35350 Uckuyular, Izmir, Turkey

alemdar.hasanoglu@izmir.edu.tr

Received April 9, 2010; Accepted May 6, 2010 Communicated by A. Okay Celebi

Second and fourth-order nonlinear ordinary and elliptic partial differential equations form basis of mathematical models of various steady-state phenomena and processes in mechanics, physics and many other areas of science (see, for example, [4, 15, 16, 24]). One important class of these equations is related to nonlinear monotone potential operators [20-22,24]. In the presented paper we study solvability and linearization of boundary value problems related to nonlinear monotone potential operators. The onedimensional model of these problems is the boundary value problem

[MATHEMATICAL EXPRESSION NOT REPRODUCIBLE IN ASCII] (1.1)

[MATHEMATICAL EXPRESSION NOT REPRODUCIBLE IN ASCII] (1.2)

The weak solution u [member of] [[??].sup.1][a, b] of the nonlinear boundary value problem (1.1)-(1.2) (subsequently, the problem (NBVP)) satisfies the integral identity

[MATHEMATICAL EXPRESSION NOT REPRODUCIBLE IN ASCII] (1.3)

for all v [member of] [H.sup.1][a, b], where [H.sup.1][a, b] = {u(x) [member of] [H.sup.1][a, b] : u(a) = 0} and [H.sup.1][a, b] is the Sobolev space [1]. Here and below a(u; u, v) := <Au, v>.

For the linear operator [A.sub.0]u = - (k(x)u')' + q(x)u the left-hand side of the integral identity (1.3) corresponds to the symmetric bilinear form (functional)

[MATHEMATICAL EXPRESSION NOT REPRODUCIBLE IN ASCII]

and the well-known conditions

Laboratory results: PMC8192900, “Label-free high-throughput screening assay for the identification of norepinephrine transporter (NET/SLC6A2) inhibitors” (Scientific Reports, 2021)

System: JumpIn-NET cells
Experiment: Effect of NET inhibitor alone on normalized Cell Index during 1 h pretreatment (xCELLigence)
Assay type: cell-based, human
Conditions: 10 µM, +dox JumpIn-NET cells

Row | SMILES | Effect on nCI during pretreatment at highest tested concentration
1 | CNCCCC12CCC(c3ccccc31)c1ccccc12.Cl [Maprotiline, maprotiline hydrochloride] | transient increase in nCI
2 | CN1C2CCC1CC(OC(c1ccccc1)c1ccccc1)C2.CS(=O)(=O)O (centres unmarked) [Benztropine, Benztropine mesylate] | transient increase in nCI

[c.sub.1] [greater than or equal to] k(x) [greater than or equal to] [c.sub.0] > 0, [c.sub.2] [greater than or equal to] q(x) [greater than or equal to] 0, (1.4)

guarantee the existence of the unique solution u [member of] [H.sup.1][a, b], if f [member of] [H.sup.0][a, b]. The case g(u) = q(x)u + p(x) corresponds to the quasilinear equation

Au [equivalent to] - (k[((u').sup.2])u') + q(x)u= f(x) - p(x), a<x<b, (1.5)

which can be considered as one-dimensional analogue of the well-known Plateau [5] and Kachanov equations [15]. Spacifically, when k([xi]) = [(1 + [xi]).sup.-1/2] , [xi] = [(u').sup.2], and q(x) = 0, the operator Au [equivalent to] - k [((u').sup.2])u')' is a one-dimensional Plateau operator. Further, the case k([xi]) = [k.sub.0][[xi].sup.0.5([kappa]-1)], [kappa] [member of] (0,1], [k.sub.0] > 0 and q(x) = 0, corresponds to the one-dimensional analogue of Kachanov's equation for engineering materials [23]. The differential operator Au [equivalent to] - (k[((u').sup.2])u')' + q(x)u sometimes is defined to be the nonlinear Sturm-Liouville operator.